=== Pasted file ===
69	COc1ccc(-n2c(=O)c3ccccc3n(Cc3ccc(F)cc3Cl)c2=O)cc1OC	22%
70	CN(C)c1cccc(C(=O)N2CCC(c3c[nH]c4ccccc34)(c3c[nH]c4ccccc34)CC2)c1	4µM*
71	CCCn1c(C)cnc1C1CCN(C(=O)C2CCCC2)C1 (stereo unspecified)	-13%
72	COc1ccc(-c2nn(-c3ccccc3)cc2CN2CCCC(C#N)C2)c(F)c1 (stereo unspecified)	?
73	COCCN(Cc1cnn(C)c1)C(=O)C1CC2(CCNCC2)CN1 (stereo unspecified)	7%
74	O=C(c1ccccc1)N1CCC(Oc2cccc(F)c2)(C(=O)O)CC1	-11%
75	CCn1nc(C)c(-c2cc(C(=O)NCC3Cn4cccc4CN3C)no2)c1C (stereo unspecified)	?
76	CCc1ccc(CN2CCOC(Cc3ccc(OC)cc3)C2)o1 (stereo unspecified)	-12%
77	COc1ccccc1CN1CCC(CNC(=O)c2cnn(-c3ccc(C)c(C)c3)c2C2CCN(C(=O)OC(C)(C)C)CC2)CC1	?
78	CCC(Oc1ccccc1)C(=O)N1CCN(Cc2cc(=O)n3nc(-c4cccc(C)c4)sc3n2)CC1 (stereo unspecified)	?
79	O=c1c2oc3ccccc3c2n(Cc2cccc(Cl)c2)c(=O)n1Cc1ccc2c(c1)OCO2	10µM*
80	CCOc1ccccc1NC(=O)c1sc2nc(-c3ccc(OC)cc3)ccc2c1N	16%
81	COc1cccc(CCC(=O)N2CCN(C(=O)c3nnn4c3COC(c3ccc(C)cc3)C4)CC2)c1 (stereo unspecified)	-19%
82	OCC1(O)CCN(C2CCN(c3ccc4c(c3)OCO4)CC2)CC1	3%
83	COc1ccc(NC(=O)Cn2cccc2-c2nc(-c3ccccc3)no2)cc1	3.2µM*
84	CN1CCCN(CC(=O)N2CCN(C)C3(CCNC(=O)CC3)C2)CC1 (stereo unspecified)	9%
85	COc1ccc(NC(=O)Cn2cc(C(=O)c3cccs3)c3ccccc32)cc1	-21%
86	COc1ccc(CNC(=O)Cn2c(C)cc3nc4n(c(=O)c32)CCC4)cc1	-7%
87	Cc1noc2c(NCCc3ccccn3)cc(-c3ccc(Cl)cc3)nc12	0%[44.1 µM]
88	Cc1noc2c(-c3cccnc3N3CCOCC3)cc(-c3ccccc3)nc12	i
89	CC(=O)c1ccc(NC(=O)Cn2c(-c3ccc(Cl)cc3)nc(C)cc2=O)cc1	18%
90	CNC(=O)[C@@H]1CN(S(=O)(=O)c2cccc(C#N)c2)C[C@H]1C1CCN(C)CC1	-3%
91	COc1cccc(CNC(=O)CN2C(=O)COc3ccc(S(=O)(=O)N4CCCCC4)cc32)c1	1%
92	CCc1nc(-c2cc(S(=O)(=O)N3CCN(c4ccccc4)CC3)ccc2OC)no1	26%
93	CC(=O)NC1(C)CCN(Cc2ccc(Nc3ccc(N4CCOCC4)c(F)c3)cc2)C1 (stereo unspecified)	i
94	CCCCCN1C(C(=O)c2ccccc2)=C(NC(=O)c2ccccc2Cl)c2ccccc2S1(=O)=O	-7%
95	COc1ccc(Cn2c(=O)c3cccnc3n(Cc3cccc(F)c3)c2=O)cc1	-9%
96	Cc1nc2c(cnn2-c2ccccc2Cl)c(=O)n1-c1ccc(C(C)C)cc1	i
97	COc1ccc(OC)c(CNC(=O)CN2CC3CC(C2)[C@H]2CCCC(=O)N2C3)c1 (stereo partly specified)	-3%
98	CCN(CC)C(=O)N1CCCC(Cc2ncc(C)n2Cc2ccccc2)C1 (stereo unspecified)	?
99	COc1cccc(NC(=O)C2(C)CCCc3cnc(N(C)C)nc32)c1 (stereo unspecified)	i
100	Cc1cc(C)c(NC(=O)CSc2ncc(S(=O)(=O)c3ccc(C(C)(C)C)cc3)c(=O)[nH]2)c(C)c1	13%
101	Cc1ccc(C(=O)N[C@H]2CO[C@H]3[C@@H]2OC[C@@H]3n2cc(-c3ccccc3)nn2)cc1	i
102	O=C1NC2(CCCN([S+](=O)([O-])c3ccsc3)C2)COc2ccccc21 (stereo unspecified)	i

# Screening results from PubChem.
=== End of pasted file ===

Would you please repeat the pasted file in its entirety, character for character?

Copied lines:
69	COc1ccc(-n2c(=O)c3ccccc3n(Cc3ccc(F)cc3Cl)c2=O)cc1OC	22%
70	CN(C)c1cccc(C(=O)N2CCC(c3c[nH]c4ccccc34)(c3c[nH]c4ccccc34)CC2)c1	4µM*
71	CCCn1c(C)cnc1C1CCN(C(=O)C2CCCC2)C1 (stereo unspecified)	-13%
72	COc1ccc(-c2nn(-c3ccccc3)cc2CN2CCCC(C#N)C2)c(F)c1 (stereo unspecified)	?
73	COCCN(Cc1cnn(C)c1)C(=O)C1CC2(CCNCC2)CN1 (stereo unspecified)	7%
74	O=C(c1ccccc1)N1CCC(Oc2cccc(F)c2)(C(=O)O)CC1	-11%
75	CCn1nc(C)c(-c2cc(C(=O)NCC3Cn4cccc4CN3C)no2)c1C (stereo unspecified)	?
76	CCc1ccc(CN2CCOC(Cc3ccc(OC)cc3)C2)o1 (stereo unspecified)	-12%
77	COc1ccccc1CN1CCC(CNC(=O)c2cnn(-c3ccc(C)c(C)c3)c2C2CCN(C(=O)OC(C)(C)C)CC2)CC1	?
78	CCC(Oc1ccccc1)C(=O)N1CCN(Cc2cc(=O)n3nc(-c4cccc(C)c4)sc3n2)CC1 (stereo unspecified)	?
79	O=c1c2oc3ccccc3c2n(Cc2cccc(Cl)c2)c(=O)n1Cc1ccc2c(c1)OCO2	10µM*
80	CCOc1ccccc1NC(=O)c1sc2nc(-c3ccc(OC)cc3)ccc2c1N	16%
81	COc1cccc(CCC(=O)N2CCN(C(=O)c3nnn4c3COC(c3ccc(C)cc3)C4)CC2)c1 (stereo unspecified)	-19%
82	OCC1(O)CCN(C2CCN(c3ccc4c(c3)OCO4)CC2)CC1	3%
83	COc1ccc(NC(=O)Cn2cccc2-c2nc(-c3ccccc3)no2)cc1	3.2µM*
84	CN1CCCN(CC(=O)N2CCN(C)C3(CCNC(=O)CC3)C2)CC1 (stereo unspecified)	9%
85	COc1ccc(NC(=O)Cn2cc(C(=O)c3cccs3)c3ccccc32)cc1	-21%
86	COc1ccc(CNC(=O)Cn2c(C)cc3nc4n(c(=O)c32)CCC4)cc1	-7%
87	Cc1noc2c(NCCc3ccccn3)cc(-c3ccc(Cl)cc3)nc12	0%[44.1 µM]
88	Cc1noc2c(-c3cccnc3N3CCOCC3)cc(-c3ccccc3)nc12	i
89	CC(=O)c1ccc(NC(=O)Cn2c(-c3ccc(Cl)cc3)nc(C)cc2=O)cc1	18%
90	CNC(=O)[C@@H]1CN(S(=O)(=O)c2cccc(C#N)c2)C[C@H]1C1CCN(C)CC1	-3%
91	COc1cccc(CNC(=O)CN2C(=O)COc3ccc(S(=O)(=O)N4CCCCC4)cc32)c1	1%
92	CCc1nc(-c2cc(S(=O)(=O)N3CCN(c4ccccc4)CC3)ccc2OC)no1	26%
93	CC(=O)NC1(C)CCN(Cc2ccc(Nc3ccc(N4CCOCC4)c(F)c3)cc2)C1 (stereo unspecified)	i
94	CCCCCN1C(C(=O)c2ccccc2)=C(NC(=O)c2ccccc2Cl)c2ccccc2S1(=O)=O	-7%
95	COc1ccc(Cn2c(=O)c3cccnc3n(Cc3cccc(F)c3)c2=O)cc1	-9%
96	Cc1nc2c(cnn2-c2ccccc2Cl)c(=O)n1-c1ccc(C(C)C)cc1	i
97	COc1ccc(OC)c(CNC(=O)CN2CC3CC(C2)[C@H]2CCCC(=O)N2C3)c1 (stereo partly specified)	-3%
98	CCN(CC)C(=O)N1CCCC(Cc2ncc(C)n2Cc2ccccc2)C1 (stereo unspecified)	?
99	COc1cccc(NC(=O)C2(C)CCCc3cnc(N(C)C)nc32)c1 (stereo unspecified)	i
100	Cc1cc(C)c(NC(=O)CSc2ncc(S(=O)(=O)c3ccc(C(C)(C)C)cc3)c(=O)[nH]2)c(C)c1	13%
101	Cc1ccc(C(=O)N[C@H]2CO[C@H]3[C@@H]2OC[C@@H]3n2cc(-c3ccccc3)nn2)cc1	i
102	O=C1NC2(CCCN([S+](=O)([O-])c3ccsc3)C2)COc2ccccc21 (stereo unspecified)	i

# Screening results from PubChem.